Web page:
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How Does Owning Property in More Than One State Affect My Estate Planning?

If you’ve just moved to the San Diego area from another state, it’s a good idea to consult with a California estate planning lawyer to revise your Last Will and Testament. You should do the same if you’re leaving for another state. Every state has its own probate laws that can affect your estate differently. And if you own property in more than one state, it may become necessary for your executor to open an ancillary estate, which can significantly add to the costs of probate.

The most common reason for an ancillary probate is a deceased person owns real estate outside of his or her home state. For instance, let’s say you live in California and own a house here, plus you own a vacation home in Arizona. After your death, your executor will open a primary estate in California to dispose of your home and personal property here, and an ancillary estate in Arizona just to do deal with the vacation home.

Personal Property May Require Separate Probate Proceeding

Ancillary probate may still be necessary even when there’s no real property. Here’s a recent example from the California Court of Appeals. In this case, Jean Hayes lived in California for 40 years before relocating to Maryland to be closer to her children. Hayes died in 2011 while residing in Maryland. Richard Wall, the executor of Hayes’s estate, discovered that while Hayes owned no real property in California, she did have an interest in a California-based limited partnership, as well as several uncashed checks and savings bonds located in San Francisco.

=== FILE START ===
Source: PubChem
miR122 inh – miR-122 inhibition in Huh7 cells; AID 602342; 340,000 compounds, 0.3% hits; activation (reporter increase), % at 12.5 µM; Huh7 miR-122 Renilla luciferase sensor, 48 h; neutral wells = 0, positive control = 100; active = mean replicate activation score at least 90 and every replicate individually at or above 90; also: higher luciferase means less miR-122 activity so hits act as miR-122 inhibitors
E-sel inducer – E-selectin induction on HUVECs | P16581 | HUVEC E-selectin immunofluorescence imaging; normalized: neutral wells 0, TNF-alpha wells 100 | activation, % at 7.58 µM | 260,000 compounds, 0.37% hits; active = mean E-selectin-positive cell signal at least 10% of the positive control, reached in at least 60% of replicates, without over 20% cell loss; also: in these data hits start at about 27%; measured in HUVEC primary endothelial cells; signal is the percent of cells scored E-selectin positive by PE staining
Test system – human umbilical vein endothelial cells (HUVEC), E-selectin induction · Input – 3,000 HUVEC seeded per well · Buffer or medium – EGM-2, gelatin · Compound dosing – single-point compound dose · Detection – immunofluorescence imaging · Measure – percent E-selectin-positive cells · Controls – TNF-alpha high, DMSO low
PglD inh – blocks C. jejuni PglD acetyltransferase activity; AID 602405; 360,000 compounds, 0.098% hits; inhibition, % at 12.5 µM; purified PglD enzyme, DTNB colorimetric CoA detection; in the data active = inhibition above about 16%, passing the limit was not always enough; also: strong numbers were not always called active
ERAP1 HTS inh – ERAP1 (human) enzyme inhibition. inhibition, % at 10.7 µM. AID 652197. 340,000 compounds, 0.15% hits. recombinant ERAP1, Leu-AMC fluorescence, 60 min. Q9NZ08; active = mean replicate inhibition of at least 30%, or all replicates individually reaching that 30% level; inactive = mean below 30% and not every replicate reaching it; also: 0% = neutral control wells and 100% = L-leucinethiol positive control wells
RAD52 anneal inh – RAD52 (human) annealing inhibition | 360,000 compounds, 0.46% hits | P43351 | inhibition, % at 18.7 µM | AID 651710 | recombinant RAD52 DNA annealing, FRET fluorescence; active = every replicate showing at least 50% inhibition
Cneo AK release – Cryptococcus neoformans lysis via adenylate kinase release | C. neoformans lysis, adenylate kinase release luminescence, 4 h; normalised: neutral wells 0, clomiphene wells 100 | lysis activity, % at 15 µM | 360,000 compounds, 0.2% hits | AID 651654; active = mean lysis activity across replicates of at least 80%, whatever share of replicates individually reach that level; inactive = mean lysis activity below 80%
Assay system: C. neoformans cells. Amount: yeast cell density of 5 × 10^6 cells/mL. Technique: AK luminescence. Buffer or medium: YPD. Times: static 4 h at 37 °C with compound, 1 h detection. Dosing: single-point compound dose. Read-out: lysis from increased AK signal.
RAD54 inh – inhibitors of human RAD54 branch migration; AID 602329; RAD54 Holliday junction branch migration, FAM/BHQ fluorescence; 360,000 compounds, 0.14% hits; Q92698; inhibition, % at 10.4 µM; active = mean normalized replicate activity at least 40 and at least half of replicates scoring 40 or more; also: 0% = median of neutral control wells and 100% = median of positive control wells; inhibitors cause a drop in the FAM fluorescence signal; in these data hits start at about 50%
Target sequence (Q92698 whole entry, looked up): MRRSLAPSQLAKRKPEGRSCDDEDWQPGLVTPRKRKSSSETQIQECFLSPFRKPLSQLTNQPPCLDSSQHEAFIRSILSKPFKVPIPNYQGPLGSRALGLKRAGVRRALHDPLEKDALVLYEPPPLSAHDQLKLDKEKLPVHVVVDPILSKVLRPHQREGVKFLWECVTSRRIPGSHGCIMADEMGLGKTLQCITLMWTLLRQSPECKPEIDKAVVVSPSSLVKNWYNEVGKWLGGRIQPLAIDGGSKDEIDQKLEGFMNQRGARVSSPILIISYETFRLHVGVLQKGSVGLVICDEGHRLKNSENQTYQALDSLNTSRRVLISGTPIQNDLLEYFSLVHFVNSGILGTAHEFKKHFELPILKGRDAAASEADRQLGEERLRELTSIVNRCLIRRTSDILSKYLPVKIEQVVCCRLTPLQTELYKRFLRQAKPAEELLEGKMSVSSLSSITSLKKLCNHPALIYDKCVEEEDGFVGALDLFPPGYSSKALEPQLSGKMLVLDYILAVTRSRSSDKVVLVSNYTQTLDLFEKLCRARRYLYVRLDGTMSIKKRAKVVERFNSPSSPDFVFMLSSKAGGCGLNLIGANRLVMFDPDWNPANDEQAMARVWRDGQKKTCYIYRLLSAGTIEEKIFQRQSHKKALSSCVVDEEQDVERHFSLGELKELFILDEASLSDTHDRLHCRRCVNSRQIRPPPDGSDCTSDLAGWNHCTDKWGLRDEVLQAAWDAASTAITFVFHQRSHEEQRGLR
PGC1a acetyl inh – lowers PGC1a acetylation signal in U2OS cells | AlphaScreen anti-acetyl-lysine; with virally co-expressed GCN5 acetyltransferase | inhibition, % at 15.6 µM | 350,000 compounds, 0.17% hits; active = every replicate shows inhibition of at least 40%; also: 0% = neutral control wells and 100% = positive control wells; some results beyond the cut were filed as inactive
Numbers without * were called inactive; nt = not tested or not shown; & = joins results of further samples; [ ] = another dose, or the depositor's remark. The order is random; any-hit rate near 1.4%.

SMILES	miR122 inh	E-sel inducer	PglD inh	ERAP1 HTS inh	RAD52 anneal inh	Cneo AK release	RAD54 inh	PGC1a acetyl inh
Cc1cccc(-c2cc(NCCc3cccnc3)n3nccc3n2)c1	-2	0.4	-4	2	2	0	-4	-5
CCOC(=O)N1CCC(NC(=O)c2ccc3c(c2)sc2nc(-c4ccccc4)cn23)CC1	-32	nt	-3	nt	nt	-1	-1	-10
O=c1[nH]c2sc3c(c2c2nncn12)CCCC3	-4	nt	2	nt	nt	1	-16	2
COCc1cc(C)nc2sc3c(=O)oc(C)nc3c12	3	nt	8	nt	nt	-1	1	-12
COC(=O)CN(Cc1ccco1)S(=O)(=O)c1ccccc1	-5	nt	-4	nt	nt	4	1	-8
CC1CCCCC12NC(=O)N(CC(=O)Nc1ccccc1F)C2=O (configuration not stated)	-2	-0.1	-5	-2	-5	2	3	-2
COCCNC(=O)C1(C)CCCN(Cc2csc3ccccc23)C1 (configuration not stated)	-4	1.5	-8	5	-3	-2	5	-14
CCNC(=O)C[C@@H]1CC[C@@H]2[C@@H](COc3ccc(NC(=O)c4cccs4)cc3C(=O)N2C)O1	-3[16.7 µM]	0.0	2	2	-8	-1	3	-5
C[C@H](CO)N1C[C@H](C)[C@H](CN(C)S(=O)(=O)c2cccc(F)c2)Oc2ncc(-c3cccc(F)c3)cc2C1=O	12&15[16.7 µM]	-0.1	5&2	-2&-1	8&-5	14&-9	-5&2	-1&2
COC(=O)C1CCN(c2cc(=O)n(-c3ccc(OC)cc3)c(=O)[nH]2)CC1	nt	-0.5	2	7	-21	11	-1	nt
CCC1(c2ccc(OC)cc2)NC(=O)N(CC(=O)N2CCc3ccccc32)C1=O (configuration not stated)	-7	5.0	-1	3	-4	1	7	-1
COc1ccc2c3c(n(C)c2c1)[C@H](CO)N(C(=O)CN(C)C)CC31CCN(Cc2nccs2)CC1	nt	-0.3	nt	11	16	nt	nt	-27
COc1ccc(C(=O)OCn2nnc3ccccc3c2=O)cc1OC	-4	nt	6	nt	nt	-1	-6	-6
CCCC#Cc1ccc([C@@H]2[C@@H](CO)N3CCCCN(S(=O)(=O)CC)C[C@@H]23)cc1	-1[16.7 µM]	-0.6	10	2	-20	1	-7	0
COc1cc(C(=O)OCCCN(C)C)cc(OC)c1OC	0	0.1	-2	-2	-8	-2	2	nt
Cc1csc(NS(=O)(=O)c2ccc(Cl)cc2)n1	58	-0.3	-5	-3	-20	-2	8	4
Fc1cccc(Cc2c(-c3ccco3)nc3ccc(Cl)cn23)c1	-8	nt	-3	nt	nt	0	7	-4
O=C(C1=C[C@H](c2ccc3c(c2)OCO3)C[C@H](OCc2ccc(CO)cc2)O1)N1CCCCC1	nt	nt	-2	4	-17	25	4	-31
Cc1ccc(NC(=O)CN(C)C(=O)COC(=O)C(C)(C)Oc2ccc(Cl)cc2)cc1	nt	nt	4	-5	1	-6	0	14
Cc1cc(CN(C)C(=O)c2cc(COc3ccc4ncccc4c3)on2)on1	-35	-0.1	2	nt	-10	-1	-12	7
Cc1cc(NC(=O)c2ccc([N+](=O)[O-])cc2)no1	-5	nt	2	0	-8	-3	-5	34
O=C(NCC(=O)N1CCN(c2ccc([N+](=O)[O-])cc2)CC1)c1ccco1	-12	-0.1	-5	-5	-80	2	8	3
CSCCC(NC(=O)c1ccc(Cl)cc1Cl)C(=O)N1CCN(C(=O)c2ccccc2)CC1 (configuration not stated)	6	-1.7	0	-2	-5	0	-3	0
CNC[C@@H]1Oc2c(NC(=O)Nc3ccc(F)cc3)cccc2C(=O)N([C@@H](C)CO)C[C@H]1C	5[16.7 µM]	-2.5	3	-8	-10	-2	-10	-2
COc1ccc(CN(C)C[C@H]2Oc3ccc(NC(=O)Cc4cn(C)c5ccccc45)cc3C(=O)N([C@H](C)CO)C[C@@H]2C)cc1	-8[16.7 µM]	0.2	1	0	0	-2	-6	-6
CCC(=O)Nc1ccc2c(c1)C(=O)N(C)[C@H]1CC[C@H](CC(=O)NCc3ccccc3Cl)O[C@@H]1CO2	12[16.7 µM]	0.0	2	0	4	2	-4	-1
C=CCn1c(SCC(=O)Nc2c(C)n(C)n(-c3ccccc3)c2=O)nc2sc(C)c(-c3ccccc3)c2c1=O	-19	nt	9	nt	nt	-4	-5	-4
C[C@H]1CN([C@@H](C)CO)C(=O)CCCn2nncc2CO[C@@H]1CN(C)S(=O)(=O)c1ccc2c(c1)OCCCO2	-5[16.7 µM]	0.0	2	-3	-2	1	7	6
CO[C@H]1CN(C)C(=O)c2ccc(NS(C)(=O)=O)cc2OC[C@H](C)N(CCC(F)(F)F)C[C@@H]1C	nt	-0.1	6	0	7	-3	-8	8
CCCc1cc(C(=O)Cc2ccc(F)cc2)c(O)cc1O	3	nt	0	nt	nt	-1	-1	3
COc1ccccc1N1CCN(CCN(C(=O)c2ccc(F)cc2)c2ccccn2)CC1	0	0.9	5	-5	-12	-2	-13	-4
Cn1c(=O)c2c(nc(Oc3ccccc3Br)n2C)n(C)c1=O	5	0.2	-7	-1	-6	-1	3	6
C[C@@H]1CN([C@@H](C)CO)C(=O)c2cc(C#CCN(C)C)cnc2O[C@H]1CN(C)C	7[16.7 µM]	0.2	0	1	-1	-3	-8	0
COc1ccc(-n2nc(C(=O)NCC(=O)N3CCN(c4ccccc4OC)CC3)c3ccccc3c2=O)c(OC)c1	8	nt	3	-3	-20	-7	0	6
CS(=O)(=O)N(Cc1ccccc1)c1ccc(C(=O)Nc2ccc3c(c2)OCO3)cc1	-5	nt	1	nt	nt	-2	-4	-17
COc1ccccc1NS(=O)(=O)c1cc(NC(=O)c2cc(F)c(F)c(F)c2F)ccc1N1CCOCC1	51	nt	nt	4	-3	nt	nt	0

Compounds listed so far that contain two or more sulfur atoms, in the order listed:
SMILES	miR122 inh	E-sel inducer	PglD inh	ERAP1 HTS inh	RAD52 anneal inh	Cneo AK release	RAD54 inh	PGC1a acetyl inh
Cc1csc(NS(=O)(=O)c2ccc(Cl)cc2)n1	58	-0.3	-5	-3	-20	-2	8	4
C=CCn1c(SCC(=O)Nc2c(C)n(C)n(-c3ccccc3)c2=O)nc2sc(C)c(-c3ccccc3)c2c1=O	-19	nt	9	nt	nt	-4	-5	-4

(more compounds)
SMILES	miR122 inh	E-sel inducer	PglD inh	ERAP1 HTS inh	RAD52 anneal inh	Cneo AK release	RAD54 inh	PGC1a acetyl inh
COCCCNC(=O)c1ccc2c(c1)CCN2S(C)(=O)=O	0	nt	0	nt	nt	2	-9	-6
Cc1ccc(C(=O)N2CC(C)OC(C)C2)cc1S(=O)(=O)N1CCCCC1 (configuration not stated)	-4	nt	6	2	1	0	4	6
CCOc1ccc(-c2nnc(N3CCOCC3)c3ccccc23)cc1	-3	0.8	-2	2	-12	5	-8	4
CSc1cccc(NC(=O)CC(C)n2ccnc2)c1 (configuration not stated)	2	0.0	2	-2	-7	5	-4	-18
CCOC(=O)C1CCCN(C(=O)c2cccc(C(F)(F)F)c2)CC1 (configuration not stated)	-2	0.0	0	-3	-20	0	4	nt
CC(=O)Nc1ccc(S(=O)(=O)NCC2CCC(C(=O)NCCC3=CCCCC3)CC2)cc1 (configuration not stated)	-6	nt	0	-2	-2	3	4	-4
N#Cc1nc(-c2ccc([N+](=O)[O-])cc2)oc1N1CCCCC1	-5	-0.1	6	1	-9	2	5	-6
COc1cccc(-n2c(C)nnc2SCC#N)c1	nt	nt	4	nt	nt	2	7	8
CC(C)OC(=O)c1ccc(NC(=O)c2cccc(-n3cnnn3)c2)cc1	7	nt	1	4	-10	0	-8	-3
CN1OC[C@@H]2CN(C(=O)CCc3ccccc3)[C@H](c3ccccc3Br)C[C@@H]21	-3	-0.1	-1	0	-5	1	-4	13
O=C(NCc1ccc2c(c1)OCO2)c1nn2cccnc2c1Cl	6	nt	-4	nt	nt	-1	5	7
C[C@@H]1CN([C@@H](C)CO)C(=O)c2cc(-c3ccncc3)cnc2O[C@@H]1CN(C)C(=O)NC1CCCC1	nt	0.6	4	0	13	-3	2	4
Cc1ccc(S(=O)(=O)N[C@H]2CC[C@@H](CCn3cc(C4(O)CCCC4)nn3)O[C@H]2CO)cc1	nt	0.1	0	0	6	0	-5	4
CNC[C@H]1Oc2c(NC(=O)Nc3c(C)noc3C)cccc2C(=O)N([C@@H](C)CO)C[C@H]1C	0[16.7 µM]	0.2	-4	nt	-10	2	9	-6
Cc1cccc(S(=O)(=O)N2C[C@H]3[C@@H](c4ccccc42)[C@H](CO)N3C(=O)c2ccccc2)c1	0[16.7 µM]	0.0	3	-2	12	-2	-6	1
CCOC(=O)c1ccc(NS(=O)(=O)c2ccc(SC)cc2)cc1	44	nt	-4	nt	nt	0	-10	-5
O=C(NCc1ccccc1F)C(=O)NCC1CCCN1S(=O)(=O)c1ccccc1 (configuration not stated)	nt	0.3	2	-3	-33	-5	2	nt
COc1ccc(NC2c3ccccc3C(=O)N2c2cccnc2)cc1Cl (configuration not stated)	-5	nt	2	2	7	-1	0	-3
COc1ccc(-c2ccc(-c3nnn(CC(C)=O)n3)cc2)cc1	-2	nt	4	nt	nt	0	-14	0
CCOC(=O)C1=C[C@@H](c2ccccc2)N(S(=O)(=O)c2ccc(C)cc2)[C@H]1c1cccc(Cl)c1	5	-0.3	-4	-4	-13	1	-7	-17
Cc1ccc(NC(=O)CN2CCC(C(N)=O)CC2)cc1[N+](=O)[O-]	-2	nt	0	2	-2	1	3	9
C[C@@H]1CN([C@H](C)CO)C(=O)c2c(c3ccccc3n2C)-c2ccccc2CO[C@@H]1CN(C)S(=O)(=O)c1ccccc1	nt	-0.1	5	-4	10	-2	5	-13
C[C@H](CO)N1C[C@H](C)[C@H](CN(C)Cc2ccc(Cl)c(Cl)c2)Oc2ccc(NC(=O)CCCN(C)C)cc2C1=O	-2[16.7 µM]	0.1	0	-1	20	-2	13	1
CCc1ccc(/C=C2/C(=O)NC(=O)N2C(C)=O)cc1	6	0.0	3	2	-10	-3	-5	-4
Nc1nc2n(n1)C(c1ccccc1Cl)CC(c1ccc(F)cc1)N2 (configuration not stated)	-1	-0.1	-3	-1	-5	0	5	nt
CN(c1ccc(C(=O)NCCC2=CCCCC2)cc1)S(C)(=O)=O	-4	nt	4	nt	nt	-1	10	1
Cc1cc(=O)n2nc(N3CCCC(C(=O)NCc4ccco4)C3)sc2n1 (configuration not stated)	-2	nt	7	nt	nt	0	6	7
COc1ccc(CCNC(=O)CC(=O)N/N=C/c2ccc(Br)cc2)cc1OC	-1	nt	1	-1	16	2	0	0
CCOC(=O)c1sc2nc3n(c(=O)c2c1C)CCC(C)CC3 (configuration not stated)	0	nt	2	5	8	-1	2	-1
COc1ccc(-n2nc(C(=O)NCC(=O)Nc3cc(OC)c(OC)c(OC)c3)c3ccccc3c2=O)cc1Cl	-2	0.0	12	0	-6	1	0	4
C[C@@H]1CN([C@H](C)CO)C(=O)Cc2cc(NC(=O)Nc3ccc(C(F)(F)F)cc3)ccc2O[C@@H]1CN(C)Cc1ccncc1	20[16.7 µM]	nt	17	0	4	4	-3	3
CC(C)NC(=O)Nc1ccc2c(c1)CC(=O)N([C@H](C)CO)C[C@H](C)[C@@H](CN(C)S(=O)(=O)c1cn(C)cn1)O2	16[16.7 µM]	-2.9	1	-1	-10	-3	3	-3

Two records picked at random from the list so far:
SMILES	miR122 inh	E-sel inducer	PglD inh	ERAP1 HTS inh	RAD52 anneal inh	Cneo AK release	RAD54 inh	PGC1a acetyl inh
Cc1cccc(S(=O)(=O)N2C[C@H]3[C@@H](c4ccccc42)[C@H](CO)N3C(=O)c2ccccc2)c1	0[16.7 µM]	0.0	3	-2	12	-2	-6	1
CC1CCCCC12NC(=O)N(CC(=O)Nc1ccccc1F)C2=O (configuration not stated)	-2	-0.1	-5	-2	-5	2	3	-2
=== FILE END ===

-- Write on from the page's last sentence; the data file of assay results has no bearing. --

Under the California Probate Code, Wall could open an ancillary estate in San Francisco County solely based on the existence of this personal property. (The probate court initially refused to grant Wall’s probate petition for reasons the court of appeals later rejected in an unpublished opinion.) The Probate Code specifically provides for ancillary probate of non-residents in any California county where a deceased person had personal or real property. If the deceased owned property in more than one county, the county where a probate petition is first filed has jurisdiction.

Pitfalls of Ancillary Probate
In the Hayes case, the deceased left a Last Will and Testament. That will’s provisions are equally applicable to the disposition of property in California and Maryland. However, if a person dies without a will, his or her property is then subject to distribution under the intestacy laws of the state where the property is located. This could mean that personal property located in California will go to different heirs than similar property located in Maryland or another state.

That’s why it is critical not only to have a will, but also to update your estate plan regularly to reflect changes in your living situation and account for property located outside of your home state. Remember, something as simple as owning a car or boat registered in another state can trigger ancillary probate. If you have any questions or concerns about how out-of-state property may affect your California estate planning, please contact the Law Office of Scott C. Soady right away.

Related Links

Ancillary Probate Can Increase the Cost of Probate
Estate Planning Especially Important for Californians with Second Homes

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